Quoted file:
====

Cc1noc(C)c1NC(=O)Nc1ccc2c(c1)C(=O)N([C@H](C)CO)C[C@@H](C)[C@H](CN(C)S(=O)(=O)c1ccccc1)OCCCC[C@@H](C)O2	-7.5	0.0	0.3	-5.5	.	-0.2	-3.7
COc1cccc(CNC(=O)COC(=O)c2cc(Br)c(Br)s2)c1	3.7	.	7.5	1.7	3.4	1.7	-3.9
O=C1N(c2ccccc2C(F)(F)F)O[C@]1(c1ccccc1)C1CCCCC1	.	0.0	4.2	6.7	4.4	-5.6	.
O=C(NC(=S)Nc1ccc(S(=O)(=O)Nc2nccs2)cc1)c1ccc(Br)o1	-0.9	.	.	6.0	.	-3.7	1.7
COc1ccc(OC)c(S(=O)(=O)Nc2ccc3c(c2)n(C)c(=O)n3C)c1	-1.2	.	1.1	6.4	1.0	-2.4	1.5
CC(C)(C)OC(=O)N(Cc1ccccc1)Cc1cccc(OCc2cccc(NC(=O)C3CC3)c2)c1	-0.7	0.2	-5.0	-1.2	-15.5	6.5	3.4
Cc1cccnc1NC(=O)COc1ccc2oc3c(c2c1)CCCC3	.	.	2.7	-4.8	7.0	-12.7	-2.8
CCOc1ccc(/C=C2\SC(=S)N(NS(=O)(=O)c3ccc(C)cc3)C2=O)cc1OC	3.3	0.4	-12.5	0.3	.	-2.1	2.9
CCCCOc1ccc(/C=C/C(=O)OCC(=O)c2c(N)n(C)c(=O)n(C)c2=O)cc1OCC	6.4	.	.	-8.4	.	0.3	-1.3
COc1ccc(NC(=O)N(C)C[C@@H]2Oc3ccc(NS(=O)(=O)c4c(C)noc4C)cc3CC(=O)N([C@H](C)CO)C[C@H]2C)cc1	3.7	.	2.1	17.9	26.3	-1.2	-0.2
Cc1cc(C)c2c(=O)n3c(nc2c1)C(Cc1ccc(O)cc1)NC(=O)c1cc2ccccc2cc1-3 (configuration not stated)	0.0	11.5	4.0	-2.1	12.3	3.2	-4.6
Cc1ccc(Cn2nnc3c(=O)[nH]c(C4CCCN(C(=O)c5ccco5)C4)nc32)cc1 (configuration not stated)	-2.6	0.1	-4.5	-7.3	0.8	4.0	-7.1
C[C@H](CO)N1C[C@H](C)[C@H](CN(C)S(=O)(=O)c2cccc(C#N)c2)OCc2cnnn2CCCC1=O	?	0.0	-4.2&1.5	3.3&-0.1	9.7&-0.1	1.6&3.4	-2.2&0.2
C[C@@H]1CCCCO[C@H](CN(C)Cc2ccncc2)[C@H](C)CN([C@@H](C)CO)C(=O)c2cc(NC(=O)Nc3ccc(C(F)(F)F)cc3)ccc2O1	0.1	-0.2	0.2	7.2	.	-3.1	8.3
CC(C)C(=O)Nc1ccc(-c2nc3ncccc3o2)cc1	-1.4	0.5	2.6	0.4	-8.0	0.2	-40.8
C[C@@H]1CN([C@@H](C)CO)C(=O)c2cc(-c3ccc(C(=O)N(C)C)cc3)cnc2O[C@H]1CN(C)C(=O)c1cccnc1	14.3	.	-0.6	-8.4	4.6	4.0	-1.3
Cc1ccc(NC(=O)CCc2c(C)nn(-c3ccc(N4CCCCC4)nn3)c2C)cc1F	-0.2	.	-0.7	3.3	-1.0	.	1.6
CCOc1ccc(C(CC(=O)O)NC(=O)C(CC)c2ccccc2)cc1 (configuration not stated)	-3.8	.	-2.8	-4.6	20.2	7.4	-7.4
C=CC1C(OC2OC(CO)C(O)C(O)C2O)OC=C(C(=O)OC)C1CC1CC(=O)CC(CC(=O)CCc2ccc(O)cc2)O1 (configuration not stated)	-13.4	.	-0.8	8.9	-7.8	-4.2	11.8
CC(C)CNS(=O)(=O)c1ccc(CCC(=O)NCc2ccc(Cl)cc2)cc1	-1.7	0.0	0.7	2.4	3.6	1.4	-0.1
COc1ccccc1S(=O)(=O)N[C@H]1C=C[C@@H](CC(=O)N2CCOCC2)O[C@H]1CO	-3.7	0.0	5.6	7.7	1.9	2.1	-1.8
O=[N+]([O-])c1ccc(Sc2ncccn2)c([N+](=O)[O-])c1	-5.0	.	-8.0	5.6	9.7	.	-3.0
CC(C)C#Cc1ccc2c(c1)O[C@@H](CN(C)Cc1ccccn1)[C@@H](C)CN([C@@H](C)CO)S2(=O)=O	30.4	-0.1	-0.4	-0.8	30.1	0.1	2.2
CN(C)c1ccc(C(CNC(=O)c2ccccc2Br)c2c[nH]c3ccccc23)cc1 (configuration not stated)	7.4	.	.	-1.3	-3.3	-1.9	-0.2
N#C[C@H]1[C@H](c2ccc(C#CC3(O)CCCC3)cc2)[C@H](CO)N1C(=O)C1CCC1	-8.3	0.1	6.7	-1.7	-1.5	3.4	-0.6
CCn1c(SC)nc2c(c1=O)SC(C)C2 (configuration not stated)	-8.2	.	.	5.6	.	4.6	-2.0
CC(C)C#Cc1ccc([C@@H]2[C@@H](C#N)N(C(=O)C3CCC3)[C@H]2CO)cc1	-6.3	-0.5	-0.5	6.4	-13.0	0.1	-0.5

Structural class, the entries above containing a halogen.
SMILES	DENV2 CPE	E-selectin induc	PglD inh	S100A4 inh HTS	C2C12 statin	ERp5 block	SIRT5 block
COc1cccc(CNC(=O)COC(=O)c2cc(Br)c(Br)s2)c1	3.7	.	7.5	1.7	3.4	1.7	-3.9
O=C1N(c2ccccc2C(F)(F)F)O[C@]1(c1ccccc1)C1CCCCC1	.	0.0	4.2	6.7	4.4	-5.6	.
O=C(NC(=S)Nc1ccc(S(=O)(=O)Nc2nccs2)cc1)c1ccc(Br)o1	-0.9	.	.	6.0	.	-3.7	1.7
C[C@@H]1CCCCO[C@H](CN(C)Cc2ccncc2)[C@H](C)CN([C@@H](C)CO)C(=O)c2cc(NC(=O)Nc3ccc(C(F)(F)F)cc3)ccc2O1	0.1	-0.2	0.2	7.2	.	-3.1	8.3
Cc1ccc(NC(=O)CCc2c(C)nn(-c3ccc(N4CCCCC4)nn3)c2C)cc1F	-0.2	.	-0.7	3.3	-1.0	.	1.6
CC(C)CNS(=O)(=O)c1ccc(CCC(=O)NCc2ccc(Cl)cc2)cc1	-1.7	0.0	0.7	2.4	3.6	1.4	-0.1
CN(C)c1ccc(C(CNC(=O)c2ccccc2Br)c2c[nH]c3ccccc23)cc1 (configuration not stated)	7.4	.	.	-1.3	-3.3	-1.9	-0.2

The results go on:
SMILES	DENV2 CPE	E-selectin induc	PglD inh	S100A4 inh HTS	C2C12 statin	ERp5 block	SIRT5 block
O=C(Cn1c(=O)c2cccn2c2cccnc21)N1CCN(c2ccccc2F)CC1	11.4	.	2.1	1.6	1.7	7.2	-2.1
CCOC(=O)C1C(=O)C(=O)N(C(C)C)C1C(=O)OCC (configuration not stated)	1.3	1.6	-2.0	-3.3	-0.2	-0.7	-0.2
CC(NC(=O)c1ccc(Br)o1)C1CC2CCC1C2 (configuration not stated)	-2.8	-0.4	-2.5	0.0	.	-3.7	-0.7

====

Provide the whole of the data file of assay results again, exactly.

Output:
Cc1noc(C)c1NC(=O)Nc1ccc2c(c1)C(=O)N([C@H](C)CO)C[C@@H](C)[C@H](CN(C)S(=O)(=O)c1ccccc1)OCCCC[C@@H](C)O2	-7.5	0.0	0.3	-5.5	.	-0.2	-3.7
COc1cccc(CNC(=O)COC(=O)c2cc(Br)c(Br)s2)c1	3.7	.	7.5	1.7	3.4	1.7	-3.9
O=C1N(c2ccccc2C(F)(F)F)O[C@]1(c1ccccc1)C1CCCCC1	.	0.0	4.2	6.7	4.4	-5.6	.
O=C(NC(=S)Nc1ccc(S(=O)(=O)Nc2nccs2)cc1)c1ccc(Br)o1	-0.9	.	.	6.0	.	-3.7	1.7
COc1ccc(OC)c(S(=O)(=O)Nc2ccc3c(c2)n(C)c(=O)n3C)c1	-1.2	.	1.1	6.4	1.0	-2.4	1.5
CC(C)(C)OC(=O)N(Cc1ccccc1)Cc1cccc(OCc2cccc(NC(=O)C3CC3)c2)c1	-0.7	0.2	-5.0	-1.2	-15.5	6.5	3.4
Cc1cccnc1NC(=O)COc1ccc2oc3c(c2c1)CCCC3	.	.	2.7	-4.8	7.0	-12.7	-2.8
CCOc1ccc(/C=C2\SC(=S)N(NS(=O)(=O)c3ccc(C)cc3)C2=O)cc1OC	3.3	0.4	-12.5	0.3	.	-2.1	2.9
CCCCOc1ccc(/C=C/C(=O)OCC(=O)c2c(N)n(C)c(=O)n(C)c2=O)cc1OCC	6.4	.	.	-8.4	.	0.3	-1.3
COc1ccc(NC(=O)N(C)C[C@@H]2Oc3ccc(NS(=O)(=O)c4c(C)noc4C)cc3CC(=O)N([C@H](C)CO)C[C@H]2C)cc1	3.7	.	2.1	17.9	26.3	-1.2	-0.2
Cc1cc(C)c2c(=O)n3c(nc2c1)C(Cc1ccc(O)cc1)NC(=O)c1cc2ccccc2cc1-3 (configuration not stated)	0.0	11.5	4.0	-2.1	12.3	3.2	-4.6
Cc1ccc(Cn2nnc3c(=O)[nH]c(C4CCCN(C(=O)c5ccco5)C4)nc32)cc1 (configuration not stated)	-2.6	0.1	-4.5	-7.3	0.8	4.0	-7.1
C[C@H](CO)N1C[C@H](C)[C@H](CN(C)S(=O)(=O)c2cccc(C#N)c2)OCc2cnnn2CCCC1=O	?	0.0	-4.2&1.5	3.3&-0.1	9.7&-0.1	1.6&3.4	-2.2&0.2
C[C@@H]1CCCCO[C@H](CN(C)Cc2ccncc2)[C@H](C)CN([C@@H](C)CO)C(=O)c2cc(NC(=O)Nc3ccc(C(F)(F)F)cc3)ccc2O1	0.1	-0.2	0.2	7.2	.	-3.1	8.3
CC(C)C(=O)Nc1ccc(-c2nc3ncccc3o2)cc1	-1.4	0.5	2.6	0.4	-8.0	0.2	-40.8
C[C@@H]1CN([C@@H](C)CO)C(=O)c2cc(-c3ccc(C(=O)N(C)C)cc3)cnc2O[C@H]1CN(C)C(=O)c1cccnc1	14.3	.	-0.6	-8.4	4.6	4.0	-1.3
Cc1ccc(NC(=O)CCc2c(C)nn(-c3ccc(N4CCCCC4)nn3)c2C)cc1F	-0.2	.	-0.7	3.3	-1.0	.	1.6
CCOc1ccc(C(CC(=O)O)NC(=O)C(CC)c2ccccc2)cc1 (configuration not stated)	-3.8	.	-2.8	-4.6	20.2	7.4	-7.4
C=CC1C(OC2OC(CO)C(O)C(O)C2O)OC=C(C(=O)OC)C1CC1CC(=O)CC(CC(=O)CCc2ccc(O)cc2)O1 (configuration not stated)	-13.4	.	-0.8	8.9	-7.8	-4.2	11.8
CC(C)CNS(=O)(=O)c1ccc(CCC(=O)NCc2ccc(Cl)cc2)cc1	-1.7	0.0	0.7	2.4	3.6	1.4	-0.1
COc1ccccc1S(=O)(=O)N[C@H]1C=C[C@@H](CC(=O)N2CCOCC2)O[C@H]1CO	-3.7	0.0	5.6	7.7	1.9	2.1	-1.8
O=[N+]([O-])c1ccc(Sc2ncccn2)c([N+](=O)[O-])c1	-5.0	.	-8.0	5.6	9.7	.	-3.0
CC(C)C#Cc1ccc2c(c1)O[C@@H](CN(C)Cc1ccccn1)[C@@H](C)CN([C@@H](C)CO)S2(=O)=O	30.4	-0.1	-0.4	-0.8	30.1	0.1	2.2
CN(C)c1ccc(C(CNC(=O)c2ccccc2Br)c2c[nH]c3ccccc23)cc1 (configuration not stated)	7.4	.	.	-1.3	-3.3	-1.9	-0.2
N#C[C@H]1[C@H](c2ccc(C#CC3(O)CCCC3)cc2)[C@H](CO)N1C(=O)C1CCC1	-8.3	0.1	6.7	-1.7	-1.5	3.4	-0.6
CCn1c(SC)nc2c(c1=O)SC(C)C2 (configuration not stated)	-8.2	.	.	5.6	.	4.6	-2.0
CC(C)C#Cc1ccc([C@@H]2[C@@H](C#N)N(C(=O)C3CCC3)[C@H]2CO)cc1	-6.3	-0.5	-0.5	6.4	-13.0	0.1	-0.5

Structural class, the entries above containing a halogen.
SMILES	DENV2 CPE	E-selectin induc	PglD inh	S100A4 inh HTS	C2C12 statin	ERp5 block	SIRT5 block
COc1cccc(CNC(=O)COC(=O)c2cc(Br)c(Br)s2)c1	3.7	.	7.5	1.7	3.4	1.7	-3.9
O=C1N(c2ccccc2C(F)(F)F)O[C@]1(c1ccccc1)C1CCCCC1	.	0.0	4.2	6.7	4.4	-5.6	.
O=C(NC(=S)Nc1ccc(S(=O)(=O)Nc2nccs2)cc1)c1ccc(Br)o1	-0.9	.	.	6.0	.	-3.7	1.7
C[C@@H]1CCCCO[C@H](CN(C)Cc2ccncc2)[C@H](C)CN([C@@H](C)CO)C(=O)c2cc(NC(=O)Nc3ccc(C(F)(F)F)cc3)ccc2O1	0.1	-0.2	0.2	7.2	.	-3.1	8.3
Cc1ccc(NC(=O)CCc2c(C)nn(-c3ccc(N4CCCCC4)nn3)c2C)cc1F	-0.2	.	-0.7	3.3	-1.0	.	1.6
CC(C)CNS(=O)(=O)c1ccc(CCC(=O)NCc2ccc(Cl)cc2)cc1	-1.7	0.0	0.7	2.4	3.6	1.4	-0.1
CN(C)c1ccc(C(CNC(=O)c2ccccc2Br)c2c[nH]c3ccccc23)cc1 (configuration not stated)	7.4	.	.	-1.3	-3.3	-1.9	-0.2

The results go on:
SMILES	DENV2 CPE	E-selectin induc	PglD inh	S100A4 inh HTS	C2C12 statin	ERp5 block	SIRT5 block
O=C(Cn1c(=O)c2cccn2c2cccnc21)N1CCN(c2ccccc2F)CC1	11.4	.	2.1	1.6	1.7	7.2	-2.1
CCOC(=O)C1C(=O)C(=O)N(C(C)C)C1C(=O)OCC (configuration not stated)	1.3	1.6	-2.0	-3.3	-0.2	-0.7	-0.2
CC(NC(=O)c1ccc(Br)o1)C1CC2CCC1C2 (configuration not stated)	-2.8	-0.4	-2.5	0.0	.	-3.7	-0.7